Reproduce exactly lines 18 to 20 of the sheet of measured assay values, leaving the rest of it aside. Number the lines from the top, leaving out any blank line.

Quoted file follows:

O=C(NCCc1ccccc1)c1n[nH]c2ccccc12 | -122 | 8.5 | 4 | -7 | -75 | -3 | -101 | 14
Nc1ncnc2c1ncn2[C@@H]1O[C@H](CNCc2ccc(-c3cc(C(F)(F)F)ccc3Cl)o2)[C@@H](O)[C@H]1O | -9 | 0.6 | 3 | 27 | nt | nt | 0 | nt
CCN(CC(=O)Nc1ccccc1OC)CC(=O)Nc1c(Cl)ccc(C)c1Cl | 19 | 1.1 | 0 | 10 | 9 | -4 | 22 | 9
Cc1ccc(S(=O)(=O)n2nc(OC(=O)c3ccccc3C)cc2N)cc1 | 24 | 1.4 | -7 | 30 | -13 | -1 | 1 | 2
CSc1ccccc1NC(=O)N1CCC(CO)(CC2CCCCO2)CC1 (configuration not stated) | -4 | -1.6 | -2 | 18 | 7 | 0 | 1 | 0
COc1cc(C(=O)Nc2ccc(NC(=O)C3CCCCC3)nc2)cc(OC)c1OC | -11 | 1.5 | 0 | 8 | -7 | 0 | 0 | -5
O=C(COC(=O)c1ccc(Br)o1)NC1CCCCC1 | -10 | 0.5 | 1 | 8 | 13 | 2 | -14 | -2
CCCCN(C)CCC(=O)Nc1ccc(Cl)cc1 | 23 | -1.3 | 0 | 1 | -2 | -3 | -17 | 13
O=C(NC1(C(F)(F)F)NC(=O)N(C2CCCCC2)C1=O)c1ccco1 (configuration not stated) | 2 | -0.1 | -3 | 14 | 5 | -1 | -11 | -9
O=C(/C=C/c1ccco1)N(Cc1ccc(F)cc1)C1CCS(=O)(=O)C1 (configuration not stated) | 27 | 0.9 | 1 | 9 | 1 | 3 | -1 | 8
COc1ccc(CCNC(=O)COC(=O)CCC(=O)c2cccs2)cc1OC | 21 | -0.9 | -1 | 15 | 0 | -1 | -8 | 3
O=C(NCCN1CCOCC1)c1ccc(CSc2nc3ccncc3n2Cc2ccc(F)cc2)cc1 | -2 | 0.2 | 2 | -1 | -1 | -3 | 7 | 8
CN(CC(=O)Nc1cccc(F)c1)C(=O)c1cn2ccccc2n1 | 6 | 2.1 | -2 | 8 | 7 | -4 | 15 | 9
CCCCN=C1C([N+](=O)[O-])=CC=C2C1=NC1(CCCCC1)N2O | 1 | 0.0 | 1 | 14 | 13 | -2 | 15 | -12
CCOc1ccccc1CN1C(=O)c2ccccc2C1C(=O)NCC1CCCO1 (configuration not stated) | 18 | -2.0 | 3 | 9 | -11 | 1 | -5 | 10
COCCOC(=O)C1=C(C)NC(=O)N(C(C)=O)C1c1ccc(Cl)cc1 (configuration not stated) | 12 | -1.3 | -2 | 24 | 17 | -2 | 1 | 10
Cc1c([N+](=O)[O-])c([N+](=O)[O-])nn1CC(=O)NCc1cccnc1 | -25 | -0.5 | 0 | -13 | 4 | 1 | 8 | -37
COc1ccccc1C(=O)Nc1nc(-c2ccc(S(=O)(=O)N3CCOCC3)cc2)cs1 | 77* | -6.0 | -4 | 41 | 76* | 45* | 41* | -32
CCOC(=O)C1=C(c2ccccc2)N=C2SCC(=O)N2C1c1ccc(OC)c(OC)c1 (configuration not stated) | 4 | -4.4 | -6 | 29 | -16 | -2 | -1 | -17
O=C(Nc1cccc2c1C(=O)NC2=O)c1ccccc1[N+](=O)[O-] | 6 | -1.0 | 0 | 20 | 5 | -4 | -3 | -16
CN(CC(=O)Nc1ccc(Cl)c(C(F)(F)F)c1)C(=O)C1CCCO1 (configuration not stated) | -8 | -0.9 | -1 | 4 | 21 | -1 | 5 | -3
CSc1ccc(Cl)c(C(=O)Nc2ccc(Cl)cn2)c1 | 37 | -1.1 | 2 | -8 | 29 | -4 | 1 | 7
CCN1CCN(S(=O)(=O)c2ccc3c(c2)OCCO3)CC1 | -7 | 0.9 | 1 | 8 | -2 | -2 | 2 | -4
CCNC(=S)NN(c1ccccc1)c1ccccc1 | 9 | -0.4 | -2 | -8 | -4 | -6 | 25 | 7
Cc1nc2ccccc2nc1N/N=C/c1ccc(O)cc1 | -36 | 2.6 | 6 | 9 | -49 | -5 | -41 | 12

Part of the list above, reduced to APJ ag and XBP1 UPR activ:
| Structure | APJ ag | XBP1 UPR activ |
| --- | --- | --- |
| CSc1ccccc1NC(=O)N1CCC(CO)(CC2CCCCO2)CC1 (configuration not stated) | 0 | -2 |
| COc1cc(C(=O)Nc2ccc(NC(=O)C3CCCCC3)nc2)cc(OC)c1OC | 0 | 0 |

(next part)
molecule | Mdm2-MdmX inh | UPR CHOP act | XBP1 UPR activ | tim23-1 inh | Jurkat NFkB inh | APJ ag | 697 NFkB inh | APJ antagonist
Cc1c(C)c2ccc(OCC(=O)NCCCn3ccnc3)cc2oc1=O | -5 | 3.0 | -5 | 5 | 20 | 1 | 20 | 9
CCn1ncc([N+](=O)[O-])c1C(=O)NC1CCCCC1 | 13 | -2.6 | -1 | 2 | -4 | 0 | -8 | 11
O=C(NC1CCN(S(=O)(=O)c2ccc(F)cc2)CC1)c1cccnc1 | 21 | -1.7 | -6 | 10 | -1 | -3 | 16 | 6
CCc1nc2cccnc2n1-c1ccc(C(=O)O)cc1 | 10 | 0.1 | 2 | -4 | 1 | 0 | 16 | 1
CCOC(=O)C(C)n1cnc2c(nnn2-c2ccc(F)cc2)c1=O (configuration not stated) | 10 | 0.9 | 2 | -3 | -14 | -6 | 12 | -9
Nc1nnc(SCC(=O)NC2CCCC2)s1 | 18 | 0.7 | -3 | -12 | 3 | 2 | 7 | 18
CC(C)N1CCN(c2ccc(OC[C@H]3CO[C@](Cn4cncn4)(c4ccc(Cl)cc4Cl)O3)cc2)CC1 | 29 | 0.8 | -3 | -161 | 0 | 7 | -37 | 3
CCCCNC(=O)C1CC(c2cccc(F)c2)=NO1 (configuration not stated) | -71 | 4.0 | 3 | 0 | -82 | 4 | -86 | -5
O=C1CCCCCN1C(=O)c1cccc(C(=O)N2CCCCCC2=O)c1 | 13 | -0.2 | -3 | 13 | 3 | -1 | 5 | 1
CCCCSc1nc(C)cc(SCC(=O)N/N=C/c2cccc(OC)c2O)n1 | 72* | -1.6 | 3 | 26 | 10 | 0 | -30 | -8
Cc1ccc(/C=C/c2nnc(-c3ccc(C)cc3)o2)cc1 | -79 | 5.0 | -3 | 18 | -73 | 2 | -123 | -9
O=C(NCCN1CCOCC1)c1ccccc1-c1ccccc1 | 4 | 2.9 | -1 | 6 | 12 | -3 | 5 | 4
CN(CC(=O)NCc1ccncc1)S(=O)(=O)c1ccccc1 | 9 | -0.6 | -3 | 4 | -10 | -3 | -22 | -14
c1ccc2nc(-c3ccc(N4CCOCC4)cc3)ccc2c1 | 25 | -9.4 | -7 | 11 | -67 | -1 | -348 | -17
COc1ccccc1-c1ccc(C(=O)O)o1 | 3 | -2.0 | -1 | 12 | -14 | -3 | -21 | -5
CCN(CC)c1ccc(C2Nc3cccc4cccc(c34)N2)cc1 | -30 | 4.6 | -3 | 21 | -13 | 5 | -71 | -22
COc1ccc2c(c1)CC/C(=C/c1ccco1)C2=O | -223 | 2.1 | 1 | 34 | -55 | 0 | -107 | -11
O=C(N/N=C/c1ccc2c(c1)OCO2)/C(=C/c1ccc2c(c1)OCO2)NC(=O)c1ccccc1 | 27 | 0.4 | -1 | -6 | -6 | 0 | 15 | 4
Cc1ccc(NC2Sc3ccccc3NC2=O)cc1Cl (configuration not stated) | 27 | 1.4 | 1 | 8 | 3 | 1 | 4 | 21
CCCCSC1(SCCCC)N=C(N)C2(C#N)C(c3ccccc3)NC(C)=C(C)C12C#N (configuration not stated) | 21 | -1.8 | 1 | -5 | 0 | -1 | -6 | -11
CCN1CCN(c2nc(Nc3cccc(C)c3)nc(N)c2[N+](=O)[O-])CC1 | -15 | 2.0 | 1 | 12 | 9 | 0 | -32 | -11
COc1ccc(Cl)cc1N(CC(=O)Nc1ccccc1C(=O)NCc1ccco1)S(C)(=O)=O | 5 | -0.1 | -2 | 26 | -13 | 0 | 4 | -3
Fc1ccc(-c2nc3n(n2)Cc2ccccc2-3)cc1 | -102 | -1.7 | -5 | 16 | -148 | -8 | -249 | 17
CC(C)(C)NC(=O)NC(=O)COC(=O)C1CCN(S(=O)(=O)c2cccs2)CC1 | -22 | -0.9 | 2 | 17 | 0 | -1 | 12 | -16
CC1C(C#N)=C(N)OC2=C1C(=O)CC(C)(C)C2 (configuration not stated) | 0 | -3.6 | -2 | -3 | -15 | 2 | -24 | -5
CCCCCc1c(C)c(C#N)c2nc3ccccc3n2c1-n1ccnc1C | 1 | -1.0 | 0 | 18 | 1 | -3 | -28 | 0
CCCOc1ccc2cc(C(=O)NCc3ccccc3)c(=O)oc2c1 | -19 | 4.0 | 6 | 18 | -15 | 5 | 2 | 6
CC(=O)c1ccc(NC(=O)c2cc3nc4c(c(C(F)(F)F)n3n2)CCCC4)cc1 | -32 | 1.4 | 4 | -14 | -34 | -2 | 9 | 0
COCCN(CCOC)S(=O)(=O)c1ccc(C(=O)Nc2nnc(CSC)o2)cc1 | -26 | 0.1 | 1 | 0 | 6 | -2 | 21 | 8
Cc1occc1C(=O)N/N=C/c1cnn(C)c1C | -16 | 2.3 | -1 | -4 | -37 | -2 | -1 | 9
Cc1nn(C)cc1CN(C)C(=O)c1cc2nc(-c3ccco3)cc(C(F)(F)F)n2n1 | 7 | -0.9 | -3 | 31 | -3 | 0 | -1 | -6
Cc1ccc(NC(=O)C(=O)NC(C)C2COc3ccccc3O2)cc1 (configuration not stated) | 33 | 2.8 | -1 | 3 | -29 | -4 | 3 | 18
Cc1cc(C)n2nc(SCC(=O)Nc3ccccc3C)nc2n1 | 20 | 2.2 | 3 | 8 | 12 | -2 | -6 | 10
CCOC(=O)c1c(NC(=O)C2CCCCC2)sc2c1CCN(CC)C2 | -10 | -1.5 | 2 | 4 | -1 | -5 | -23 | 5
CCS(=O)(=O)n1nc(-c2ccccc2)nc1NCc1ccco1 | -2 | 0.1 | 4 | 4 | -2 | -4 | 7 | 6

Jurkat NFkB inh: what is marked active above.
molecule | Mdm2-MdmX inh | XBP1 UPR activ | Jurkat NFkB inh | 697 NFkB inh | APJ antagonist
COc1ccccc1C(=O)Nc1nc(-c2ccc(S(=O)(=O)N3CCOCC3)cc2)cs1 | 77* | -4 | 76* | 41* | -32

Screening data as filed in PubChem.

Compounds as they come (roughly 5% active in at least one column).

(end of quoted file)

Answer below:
COc1ccccc1C(=O)Nc1nc(-c2ccc(S(=O)(=O)N3CCOCC3)cc2)cs1 | 77* | -6.0 | -4 | 41 | 76* | 45* | 41* | -32
CCOC(=O)C1=C(c2ccccc2)N=C2SCC(=O)N2C1c1ccc(OC)c(OC)c1 (configuration not stated) | 4 | -4.4 | -6 | 29 | -16 | -2 | -1 | -17
O=C(Nc1cccc2c1C(=O)NC2=O)c1ccccc1[N+](=O)[O-] | 6 | -1.0 | 0 | 20 | 5 | -4 | -3 | -16